[WARNING: this post contains spoilers up to the current episode]
The character of Delphine on the TV show Orphan Black is one of the most high-profile depictions of bisexual women in current popular media. In fact, it’s one of very few media texts in which a bisexual woman character actually uses the word “bisexuality” in order to describe herself (a rare occasion indeed!). But while it’s incredibly exciting to see this kind of depiction, we should also be aware of the role that Delphine’s bisexuality plays in the plot.
As a general rule in popular media, bisexuality is never depicted for its own sake or for the sake of the character. More often than not, it’s there as a trope, as shorthand for something else, a hint to help us understand something entirely different about the character. In short: it’s a form of stereotyping. For example, we can often find bisexuality as a way to emphasize a character’s “wild” or “exotic” nature, to underline lack of commitment, or point to immaturity. While Orphan Black seems to be above using such blatant stereotypes, it is however not above using one particular trope: the bisexual femme fatale.
The bisexual femme fatale, first identified by film scholar Katherine Farrimond, is a seductive, but dangerous, bisexual woman. Appearing in many films and TV shows, she often becomes a source of tension and danger for the plot and its protagonist(s). One of the reasons this character is perceived as so dangerous is that we don’t know where her loyalties lie. In plots where she appears, she must make a choice between a man and a woman in a way that creates the conflicts, mysteries, and riddles that are at the base of her plot. Since whatever choice she makes determines the outcome, we find ourselves constantly wondering whether or not we can truly trust her.
Delphine is such a character. The first time we meet her, we see her flirting and trying to make friends with Cosima, the quirky, queer, science geek clone. From the very outset, we know that she can’t be trusted—we know she’s a monitor, an agent sent to spy on Cosima by hostile elements. Indeed, by the end of two episodes, we not only discover the identity of those hostile elements (the Dyad Institute, headed by Dr. Aldous Leekie), but also that Delphine is romantically/sexually involved with Leekie himself.
As the plot goes on, Delphine’s loyalties become more ambiguous. She becomes an ally to Cosima, helping her attain and decipher secret information about the clones, as well as covering for Sarah (the main protagonist of the show) when she sneaks into the Dyad Institute dressed as Cosima. However, the show also puts up many question marks about her loyalty to Cosima and the clones. For example, she convinces Cosima to take a job at the (still hostile) Dyad Institute as a scientist. Later on, she brings a blood sample of Cosima to Leekie after promising her not to do so.
For the duration of the plot so far, Delphine’s bisexuality is the premise for the moral tension that she causes, and a key to the danger that she poses to Cosima. Her choosing between Leekie and Cosima is one of the things that will determine the fate of Cosima’s engagement with the Dyad Institute, for better or worse. This choice will also mark her as either an enemy to Cosima and the clones, or as an ally to them. The reason why we don’t know whether we can trust her is that we don’t know who she will choose.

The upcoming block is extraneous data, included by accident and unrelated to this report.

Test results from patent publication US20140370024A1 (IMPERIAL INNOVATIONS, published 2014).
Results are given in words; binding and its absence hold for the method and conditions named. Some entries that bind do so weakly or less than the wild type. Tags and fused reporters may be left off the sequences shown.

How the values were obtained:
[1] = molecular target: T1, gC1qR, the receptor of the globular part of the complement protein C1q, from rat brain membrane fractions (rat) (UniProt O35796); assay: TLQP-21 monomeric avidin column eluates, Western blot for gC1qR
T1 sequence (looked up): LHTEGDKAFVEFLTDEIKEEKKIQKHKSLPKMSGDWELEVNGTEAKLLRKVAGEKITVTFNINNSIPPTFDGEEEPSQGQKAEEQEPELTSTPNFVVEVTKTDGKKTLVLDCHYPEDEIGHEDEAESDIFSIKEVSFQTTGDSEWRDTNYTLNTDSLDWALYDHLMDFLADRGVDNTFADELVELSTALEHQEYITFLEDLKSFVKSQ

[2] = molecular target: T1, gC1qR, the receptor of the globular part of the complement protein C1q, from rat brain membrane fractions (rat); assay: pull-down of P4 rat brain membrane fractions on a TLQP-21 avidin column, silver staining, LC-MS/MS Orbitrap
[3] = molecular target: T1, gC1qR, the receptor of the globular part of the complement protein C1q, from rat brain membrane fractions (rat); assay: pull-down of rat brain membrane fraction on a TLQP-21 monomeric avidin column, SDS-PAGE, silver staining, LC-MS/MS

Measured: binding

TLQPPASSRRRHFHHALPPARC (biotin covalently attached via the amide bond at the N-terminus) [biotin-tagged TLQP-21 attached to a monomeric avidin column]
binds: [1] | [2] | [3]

While I want to acknowledge that this is a problematic depiction, I also don’t want to be too hasty about throwing Delphine (or any bi femme fatale) away. As bi women, we mostly have to live on scraps, scavenging on leftovers from queer representation and innuendo. For this reason, explicitly bisexual characters are precious. And very often, can also give way to wonderful counter-readings, disregarding the original intention of the text and instead giving it an interpretation that’s helpful for us.
I like to think that bisexual femmes fatale represent the threat that bisexuality poses to clear cut boundaries, and to the hierarchies that these boundaries create. Significantly, their function in plots represents an anxiety from breaching the boundary between heterosexuality and homosexuality, and the hierarchy that follows with it. As dangerous women, they also represent a threat to patriarchy—they have the ability to choose, and their choice has the power to change reality for the other characters. At the very least, that makes them women with agency, a characteristic widely associated with dangerousness when it comes to fictional women. And since they can choose, the femmes fatale are as dangerous to men as they might be to women. In fact, in many plots we might find them posing danger to men (for example, as in Basic Instinct).
Though Delphine’s bisexuality exists not in its own right, but as a (problematic) function in the plot, I’d still like us to appreciate her as an agent of chaos, a woman with power, and a destabilizer of boundaries. I hope that sometime in the future we wouldn’t have to do with scraps and scavenging. For now, while we scrape and scavenge, we should be aware both of the problems with these depictions, and of what we can get from them.
In order to make sure that the comments section on this article is a healthy and welcoming place for our bisexual readers, please note that any comments that question the validity of bisexuality or sexual fluidity as a sexual orientation, question Autostraddle’s decision to publish pieces discussing bisexuality, or make essentialist claims about bisexual people (ex. bisexuals are cheaters, bisexuals turn out to be gay) will be swiftly deleted.